SNAP cuts 

10/24/2013

Every year with the holiday season comes a greater demand for emergency food in the region served by the Akron-Canton Regional Foodbank.  While most Northeast Ohioans are gearing up for snowy weather and holiday shopping, one in seven individuals in our community are worrying about where they might get their next meal.  The lack of regular access to food, or food insecurity, becomes much more stressful as the weather gets colder; the cost to heat a home increases, winter illnesses start to spread and transportation can become more difficult.  Along with these stressors comes the pressure of creating a warm and healthy holiday for loved ones.  This is the time of year our food pantries and hot meal sites see individuals and families who have not needed help all year long, but struggle to make ends meet as the holidays and cold weather arrive.

But this year is different. Demand is going to become much higher after November 1, 2013, when all Americans who receive benefits through the Supplemental Nutrition Assistance Program (otherwise known as SNAP or food stamps) will receive 5% less in benefits as a result of the expiration of stimulus funds provided by the American Recovery Act. For most Ohio households, the cut will mean a reduction in benefits of around $36 per month.

Another change that will impact those in our community who receive SNAP, is the return of the work requirement in Ohio.  Effective October 1, 2013, childless adults (age 18-49), who are not disabled, are required to work or be in a work program in order to receive SNAP for more than three months every three years.

These changes are a source of concern across our network, as agencies already geared up for the busy season may be seeing much greater demand than in years past.  That is why the Foodbank and its agencies are encouraging anyone receiving SNAP benefits to contact their local Department of Job and Family Services first to find out how they will be impacted by the changes.  Anyone looking for a hunger-relief agency in their neighborhood can visit the Foodbank's Need Food page.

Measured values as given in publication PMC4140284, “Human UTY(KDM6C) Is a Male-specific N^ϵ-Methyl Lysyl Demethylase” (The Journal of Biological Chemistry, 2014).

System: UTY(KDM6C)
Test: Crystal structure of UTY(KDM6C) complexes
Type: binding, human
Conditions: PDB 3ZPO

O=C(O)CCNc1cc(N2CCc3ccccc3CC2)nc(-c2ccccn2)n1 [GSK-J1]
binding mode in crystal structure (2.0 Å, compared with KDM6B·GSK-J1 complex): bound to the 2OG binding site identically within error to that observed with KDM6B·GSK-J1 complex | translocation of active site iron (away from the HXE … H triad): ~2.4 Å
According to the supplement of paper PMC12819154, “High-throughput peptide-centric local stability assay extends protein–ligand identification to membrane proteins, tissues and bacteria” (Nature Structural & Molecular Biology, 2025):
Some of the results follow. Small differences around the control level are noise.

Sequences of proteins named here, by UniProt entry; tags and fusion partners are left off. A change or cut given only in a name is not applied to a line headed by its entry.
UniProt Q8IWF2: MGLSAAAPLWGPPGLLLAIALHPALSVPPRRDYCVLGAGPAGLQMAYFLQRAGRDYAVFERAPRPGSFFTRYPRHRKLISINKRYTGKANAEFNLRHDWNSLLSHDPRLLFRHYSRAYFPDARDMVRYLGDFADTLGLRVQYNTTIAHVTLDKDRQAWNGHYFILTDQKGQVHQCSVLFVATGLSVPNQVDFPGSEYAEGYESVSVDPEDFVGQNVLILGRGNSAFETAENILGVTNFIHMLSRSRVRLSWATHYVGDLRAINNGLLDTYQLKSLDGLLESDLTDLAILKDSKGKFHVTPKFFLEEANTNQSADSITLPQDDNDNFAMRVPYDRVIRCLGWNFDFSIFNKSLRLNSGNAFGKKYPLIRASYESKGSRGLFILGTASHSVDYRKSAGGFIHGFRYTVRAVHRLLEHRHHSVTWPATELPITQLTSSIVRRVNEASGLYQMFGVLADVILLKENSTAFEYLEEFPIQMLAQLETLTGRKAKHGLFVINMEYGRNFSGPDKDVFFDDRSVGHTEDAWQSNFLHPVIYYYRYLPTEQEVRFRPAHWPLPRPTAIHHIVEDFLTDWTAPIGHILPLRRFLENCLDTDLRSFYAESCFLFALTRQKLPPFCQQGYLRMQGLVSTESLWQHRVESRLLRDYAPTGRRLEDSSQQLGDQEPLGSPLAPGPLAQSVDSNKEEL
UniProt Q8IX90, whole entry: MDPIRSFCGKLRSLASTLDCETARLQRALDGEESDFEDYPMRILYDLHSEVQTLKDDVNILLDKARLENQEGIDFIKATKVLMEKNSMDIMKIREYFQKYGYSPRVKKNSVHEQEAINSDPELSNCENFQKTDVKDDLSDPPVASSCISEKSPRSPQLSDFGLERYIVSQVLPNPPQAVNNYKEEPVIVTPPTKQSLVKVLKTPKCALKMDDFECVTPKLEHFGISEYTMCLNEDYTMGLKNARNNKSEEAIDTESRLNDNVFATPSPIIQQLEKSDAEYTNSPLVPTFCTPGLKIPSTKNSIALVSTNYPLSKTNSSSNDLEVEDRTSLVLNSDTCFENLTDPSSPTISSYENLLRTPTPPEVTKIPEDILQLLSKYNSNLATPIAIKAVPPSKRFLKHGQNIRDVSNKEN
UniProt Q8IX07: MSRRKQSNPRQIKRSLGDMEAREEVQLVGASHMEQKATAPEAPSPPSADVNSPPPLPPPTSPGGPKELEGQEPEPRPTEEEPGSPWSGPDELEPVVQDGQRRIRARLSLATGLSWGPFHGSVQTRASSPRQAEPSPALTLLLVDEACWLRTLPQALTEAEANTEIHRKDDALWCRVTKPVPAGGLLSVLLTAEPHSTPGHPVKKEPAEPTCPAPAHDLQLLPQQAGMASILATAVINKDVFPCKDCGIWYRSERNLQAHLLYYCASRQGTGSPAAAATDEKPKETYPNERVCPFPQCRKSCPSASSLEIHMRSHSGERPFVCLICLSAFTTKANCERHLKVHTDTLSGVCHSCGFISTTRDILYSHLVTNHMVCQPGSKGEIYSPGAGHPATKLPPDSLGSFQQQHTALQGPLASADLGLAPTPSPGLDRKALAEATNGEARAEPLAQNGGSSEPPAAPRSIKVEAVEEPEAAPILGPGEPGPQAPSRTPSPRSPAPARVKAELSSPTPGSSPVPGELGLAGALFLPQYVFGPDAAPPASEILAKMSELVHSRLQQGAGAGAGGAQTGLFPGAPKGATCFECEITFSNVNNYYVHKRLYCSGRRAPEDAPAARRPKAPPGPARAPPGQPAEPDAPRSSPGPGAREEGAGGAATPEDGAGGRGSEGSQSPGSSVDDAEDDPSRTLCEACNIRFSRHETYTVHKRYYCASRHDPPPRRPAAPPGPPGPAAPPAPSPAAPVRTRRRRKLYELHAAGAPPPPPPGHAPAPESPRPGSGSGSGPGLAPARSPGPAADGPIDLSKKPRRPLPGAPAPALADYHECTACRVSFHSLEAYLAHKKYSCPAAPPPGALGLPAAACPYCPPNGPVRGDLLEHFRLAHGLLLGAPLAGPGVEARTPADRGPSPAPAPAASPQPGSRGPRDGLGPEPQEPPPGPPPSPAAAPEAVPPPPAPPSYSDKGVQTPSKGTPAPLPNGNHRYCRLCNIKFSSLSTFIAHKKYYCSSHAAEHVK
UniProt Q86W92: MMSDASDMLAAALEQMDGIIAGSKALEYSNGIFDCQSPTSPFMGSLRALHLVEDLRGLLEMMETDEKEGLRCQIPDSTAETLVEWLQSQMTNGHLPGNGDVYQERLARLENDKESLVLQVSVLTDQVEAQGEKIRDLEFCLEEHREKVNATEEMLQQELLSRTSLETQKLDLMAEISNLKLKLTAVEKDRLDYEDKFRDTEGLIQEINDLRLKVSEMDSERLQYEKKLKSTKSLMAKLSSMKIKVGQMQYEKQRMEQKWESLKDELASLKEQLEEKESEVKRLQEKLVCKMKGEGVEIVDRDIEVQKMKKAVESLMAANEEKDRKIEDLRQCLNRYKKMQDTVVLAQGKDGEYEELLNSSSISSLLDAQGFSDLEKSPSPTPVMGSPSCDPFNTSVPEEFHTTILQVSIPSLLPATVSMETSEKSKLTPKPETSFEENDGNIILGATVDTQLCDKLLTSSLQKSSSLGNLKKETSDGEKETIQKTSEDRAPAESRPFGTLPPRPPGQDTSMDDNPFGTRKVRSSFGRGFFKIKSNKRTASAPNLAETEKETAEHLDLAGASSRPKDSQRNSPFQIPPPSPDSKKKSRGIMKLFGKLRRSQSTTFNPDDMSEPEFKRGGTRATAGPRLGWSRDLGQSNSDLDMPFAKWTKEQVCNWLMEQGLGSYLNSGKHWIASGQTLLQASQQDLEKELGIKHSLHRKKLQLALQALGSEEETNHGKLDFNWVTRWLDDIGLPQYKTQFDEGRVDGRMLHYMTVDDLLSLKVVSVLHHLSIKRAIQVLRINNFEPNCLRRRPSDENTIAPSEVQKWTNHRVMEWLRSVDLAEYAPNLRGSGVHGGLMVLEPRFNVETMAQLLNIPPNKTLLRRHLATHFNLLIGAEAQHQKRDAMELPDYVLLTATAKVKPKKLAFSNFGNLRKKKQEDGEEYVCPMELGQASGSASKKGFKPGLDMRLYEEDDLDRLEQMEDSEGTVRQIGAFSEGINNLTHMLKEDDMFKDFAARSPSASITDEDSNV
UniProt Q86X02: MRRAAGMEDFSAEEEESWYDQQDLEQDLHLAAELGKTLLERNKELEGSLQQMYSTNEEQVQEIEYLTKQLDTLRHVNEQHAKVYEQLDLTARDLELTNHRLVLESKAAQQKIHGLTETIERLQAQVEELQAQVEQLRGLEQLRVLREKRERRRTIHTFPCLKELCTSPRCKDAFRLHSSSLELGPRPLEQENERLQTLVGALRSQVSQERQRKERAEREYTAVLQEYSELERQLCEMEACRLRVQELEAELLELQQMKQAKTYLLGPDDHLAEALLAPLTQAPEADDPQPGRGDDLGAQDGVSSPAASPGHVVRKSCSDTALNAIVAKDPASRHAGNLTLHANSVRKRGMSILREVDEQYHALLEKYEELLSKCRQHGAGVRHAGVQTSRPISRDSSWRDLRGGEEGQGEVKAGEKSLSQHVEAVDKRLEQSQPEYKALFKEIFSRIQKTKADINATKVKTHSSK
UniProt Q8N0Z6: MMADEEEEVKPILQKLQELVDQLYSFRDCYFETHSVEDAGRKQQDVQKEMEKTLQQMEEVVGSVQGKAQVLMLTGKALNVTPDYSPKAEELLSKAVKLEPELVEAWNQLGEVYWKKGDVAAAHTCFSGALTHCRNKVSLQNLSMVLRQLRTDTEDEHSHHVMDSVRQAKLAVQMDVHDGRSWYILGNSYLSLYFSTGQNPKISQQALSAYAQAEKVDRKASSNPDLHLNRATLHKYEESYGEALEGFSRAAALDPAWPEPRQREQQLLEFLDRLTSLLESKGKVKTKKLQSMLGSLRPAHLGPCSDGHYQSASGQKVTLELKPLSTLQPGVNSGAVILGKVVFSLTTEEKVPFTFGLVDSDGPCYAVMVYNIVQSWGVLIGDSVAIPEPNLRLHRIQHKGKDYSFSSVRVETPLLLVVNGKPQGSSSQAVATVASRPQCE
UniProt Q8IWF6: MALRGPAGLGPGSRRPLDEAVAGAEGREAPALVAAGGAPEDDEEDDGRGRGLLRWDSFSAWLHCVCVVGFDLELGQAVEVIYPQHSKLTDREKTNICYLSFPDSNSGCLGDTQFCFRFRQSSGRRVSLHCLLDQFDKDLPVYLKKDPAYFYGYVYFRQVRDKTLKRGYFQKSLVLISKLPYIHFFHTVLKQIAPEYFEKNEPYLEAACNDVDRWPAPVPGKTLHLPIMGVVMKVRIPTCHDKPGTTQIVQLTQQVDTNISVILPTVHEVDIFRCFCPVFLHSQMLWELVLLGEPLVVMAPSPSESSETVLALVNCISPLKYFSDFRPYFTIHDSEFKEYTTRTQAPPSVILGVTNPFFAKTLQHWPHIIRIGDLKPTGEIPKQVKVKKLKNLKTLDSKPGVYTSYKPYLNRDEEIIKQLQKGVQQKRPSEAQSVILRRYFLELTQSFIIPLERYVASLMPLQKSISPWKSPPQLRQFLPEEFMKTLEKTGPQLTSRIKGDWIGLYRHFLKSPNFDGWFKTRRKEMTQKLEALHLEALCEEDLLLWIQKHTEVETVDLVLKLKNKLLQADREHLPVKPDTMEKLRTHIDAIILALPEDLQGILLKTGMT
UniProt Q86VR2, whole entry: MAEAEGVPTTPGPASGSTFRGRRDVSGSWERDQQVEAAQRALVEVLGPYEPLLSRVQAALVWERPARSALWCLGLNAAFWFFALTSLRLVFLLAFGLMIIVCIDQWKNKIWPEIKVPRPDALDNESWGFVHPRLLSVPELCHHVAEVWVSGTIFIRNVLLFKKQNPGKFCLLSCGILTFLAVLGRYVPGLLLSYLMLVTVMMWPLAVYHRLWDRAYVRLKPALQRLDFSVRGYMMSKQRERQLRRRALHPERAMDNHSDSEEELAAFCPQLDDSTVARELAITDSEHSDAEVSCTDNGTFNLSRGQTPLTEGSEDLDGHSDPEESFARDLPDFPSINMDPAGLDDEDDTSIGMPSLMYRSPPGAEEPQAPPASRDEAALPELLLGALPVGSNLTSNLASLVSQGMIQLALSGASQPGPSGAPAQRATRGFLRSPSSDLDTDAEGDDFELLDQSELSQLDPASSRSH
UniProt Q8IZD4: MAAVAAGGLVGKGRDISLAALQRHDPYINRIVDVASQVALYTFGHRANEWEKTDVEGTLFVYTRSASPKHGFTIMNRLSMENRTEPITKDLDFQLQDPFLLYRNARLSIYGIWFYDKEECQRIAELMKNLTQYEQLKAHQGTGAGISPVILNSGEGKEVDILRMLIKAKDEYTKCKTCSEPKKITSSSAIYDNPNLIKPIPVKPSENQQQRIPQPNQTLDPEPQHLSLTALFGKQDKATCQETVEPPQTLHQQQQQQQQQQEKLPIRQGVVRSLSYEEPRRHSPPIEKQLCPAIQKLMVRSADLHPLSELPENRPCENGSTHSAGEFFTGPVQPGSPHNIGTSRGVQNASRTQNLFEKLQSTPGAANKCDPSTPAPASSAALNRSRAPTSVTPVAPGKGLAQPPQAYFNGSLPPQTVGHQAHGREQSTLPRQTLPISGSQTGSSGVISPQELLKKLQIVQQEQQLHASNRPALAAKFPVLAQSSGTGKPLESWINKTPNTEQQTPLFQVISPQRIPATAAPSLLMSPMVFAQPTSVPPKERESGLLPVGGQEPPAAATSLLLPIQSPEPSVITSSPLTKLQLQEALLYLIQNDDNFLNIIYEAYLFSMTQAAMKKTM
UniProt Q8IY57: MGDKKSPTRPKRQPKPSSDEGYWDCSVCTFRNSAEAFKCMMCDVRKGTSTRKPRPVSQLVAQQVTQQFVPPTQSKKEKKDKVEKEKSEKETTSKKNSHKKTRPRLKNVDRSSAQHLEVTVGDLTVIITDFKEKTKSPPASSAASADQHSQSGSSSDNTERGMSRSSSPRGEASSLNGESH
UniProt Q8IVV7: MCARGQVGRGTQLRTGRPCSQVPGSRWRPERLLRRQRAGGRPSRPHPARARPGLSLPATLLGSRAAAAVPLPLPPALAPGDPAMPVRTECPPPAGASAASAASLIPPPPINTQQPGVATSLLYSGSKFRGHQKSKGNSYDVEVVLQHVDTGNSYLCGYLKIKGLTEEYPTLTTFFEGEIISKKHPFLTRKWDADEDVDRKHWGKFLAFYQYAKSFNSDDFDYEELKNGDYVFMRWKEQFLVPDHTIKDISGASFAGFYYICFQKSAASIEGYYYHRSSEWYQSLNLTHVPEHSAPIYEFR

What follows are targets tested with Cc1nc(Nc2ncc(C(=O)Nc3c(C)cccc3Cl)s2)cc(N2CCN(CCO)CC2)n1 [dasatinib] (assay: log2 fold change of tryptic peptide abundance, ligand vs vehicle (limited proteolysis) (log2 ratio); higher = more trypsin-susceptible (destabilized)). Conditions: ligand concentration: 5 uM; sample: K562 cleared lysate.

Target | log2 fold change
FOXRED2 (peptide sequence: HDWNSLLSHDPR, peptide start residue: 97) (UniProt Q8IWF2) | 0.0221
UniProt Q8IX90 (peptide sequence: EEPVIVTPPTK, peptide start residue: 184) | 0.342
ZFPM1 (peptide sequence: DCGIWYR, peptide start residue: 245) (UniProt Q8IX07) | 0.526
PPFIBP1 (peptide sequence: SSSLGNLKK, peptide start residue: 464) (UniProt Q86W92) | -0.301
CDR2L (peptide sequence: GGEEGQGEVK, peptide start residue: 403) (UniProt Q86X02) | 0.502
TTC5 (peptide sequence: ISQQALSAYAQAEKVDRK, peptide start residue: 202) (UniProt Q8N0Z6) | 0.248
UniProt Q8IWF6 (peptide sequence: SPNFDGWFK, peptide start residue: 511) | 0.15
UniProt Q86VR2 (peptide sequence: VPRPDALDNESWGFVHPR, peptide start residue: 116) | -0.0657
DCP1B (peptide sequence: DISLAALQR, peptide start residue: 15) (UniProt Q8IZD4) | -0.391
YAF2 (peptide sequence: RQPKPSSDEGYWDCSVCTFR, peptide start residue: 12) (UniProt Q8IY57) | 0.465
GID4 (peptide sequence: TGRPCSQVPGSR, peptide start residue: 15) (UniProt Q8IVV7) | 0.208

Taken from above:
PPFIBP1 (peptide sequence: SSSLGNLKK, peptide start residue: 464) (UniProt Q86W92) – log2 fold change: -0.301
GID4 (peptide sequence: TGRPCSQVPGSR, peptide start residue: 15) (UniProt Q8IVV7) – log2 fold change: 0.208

On top of these changes already in place, more cuts to SNAP, as many as $4 billion per year, are expected as a new Farm Bill is drafted.  The federal nutrition safety net is extremely important to food insecure people in our community, and serves mostly households with children, seniors and the disabled.  Even though the Foodbank has increased distribution every year for ten consecutive years, and national enrollment in SNAP has increased, our region is still home to 223,020 food insecure people, and we are not okay with that.

People often ask us "when will we end hunger in our community?" And we have no timeline to answer that question.  We can only speak for today, knowing that each day we distribute more than 72,000 meals from our docks.  We can speak for every $1 we receive, knowing that it will provide four meals to a person in need.  We can speak for our thousands of volunteers and donors who help us distribute to 180,000 different people each year.  And today, with concern for the federal nutrition safety net, we speak for our advocates, knowing that each phone call made or letter written to our legislators may have an impact in protecting our most vulnerable citizens.  This year, your Foodbank needs you more than ever, and we ask that you please continue to donate, to volunteer and to become an advocate to help us Feed People and Fight Hunger.

If you have any questions or want to become more involved with our advocacy program, please contact Colleen Benson, Manager Foundation and Government Relations at CBenson@acrfb.org.